Good Zi Char at Big Lazy Chop
A taste of the familiar Short Street joint
First, the name: Big Lazy Chop.
Say it in Mandarin. It sounds dangerously like something you won't utter in polite company. Isn't it just too cheeky and clever? I love it.
The food, however, is less cheeky. What you get is a basic zi char meal - but a very good one.
The kitchen is headed by chef Oh Ah Lek, who has nearly 40 years of Chinese food experience, which is evidenced by his wok hei-heavy seafood hor fun ($7) that we ordered on a whim after a heavy meal.
It was the least photogenic dish of the night, but, for me, the most satisfying. I couldn't stop eating it.
I appreciate that although it is trendy to mix things up and give shocking twists, there are places that you can rely on for an old-fashioned but much-loved taste. Aren't we lucky to have these choices?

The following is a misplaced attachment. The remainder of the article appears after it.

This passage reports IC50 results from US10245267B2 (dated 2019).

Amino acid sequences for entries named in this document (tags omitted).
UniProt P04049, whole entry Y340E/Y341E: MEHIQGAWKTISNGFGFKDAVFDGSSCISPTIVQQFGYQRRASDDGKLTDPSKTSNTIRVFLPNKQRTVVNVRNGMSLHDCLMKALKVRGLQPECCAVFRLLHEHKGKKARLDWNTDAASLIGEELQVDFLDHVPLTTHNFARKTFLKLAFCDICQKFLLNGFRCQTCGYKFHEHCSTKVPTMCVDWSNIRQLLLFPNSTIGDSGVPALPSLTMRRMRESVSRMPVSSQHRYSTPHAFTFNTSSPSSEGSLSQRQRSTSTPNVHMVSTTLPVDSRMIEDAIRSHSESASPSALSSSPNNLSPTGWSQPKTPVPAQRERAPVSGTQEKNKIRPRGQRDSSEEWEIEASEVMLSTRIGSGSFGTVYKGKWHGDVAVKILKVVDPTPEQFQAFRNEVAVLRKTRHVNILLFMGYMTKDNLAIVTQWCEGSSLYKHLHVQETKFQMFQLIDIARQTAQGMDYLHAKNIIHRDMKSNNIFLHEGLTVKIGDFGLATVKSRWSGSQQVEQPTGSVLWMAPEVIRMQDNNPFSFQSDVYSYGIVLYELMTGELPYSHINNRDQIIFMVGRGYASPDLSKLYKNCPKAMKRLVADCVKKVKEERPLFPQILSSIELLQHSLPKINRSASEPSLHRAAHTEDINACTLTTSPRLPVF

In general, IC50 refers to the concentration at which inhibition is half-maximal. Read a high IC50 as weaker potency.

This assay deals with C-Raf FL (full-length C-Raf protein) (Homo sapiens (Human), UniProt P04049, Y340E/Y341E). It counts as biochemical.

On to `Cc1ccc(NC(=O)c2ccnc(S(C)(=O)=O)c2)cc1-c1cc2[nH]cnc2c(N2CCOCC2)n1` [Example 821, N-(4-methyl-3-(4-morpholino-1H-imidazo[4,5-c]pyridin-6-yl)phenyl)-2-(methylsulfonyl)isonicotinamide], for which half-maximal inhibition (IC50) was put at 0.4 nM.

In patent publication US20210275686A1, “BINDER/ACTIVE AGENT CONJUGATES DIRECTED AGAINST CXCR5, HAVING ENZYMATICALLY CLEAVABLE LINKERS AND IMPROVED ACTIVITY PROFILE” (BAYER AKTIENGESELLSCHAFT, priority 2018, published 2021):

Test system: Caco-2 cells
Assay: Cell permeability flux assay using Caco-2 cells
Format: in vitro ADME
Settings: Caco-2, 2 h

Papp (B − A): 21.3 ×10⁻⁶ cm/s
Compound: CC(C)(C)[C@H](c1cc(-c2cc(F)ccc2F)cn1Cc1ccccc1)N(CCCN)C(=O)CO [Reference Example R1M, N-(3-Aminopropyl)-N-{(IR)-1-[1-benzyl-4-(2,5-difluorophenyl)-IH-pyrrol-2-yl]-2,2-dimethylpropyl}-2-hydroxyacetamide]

My favourite way to eat crab is steamed and unadorned. But the Indo Curry crab ($70 a kg) has become another.
The sauce is made from evaporated milk and, oh, the scent of hae bee (dried shrimps). I love how rich it feels.
It is spicy enough to be engaging, but not too much that you cannot enjoy the sweetness of the flesh of the live Sri Lankan crab.
The Handmade Fresh Crab Money Bag ($20) is made in limited quantities, so try your luck getting an order. Each meaty parcel is packed solid with crab meat. It is a simple but enjoyable way to eat crab.
There is nothing different about the Big Lazy Prawns ($22) - the prawns are deep-fried, end of story - but the accompanying chopped bits? Well, that is a fun "Guess what?" game. The answer is keropok.
The Drunken XL Spare Ribs ($28 ) with butter champagne sauce is more about licking the treacly sauce off the meat than anything.
For me, the one dish that doesn't impress is the seafood paste "you tiao" ($12 ). It is a version of rojak, but not a commanding one.
WHAT Big Lazy Chop
WHERE 1A, Short Street, #01-04
WHEN Tuesdays to Sundays 11.30am to 2.30pm, 5.30pm to 10.30pm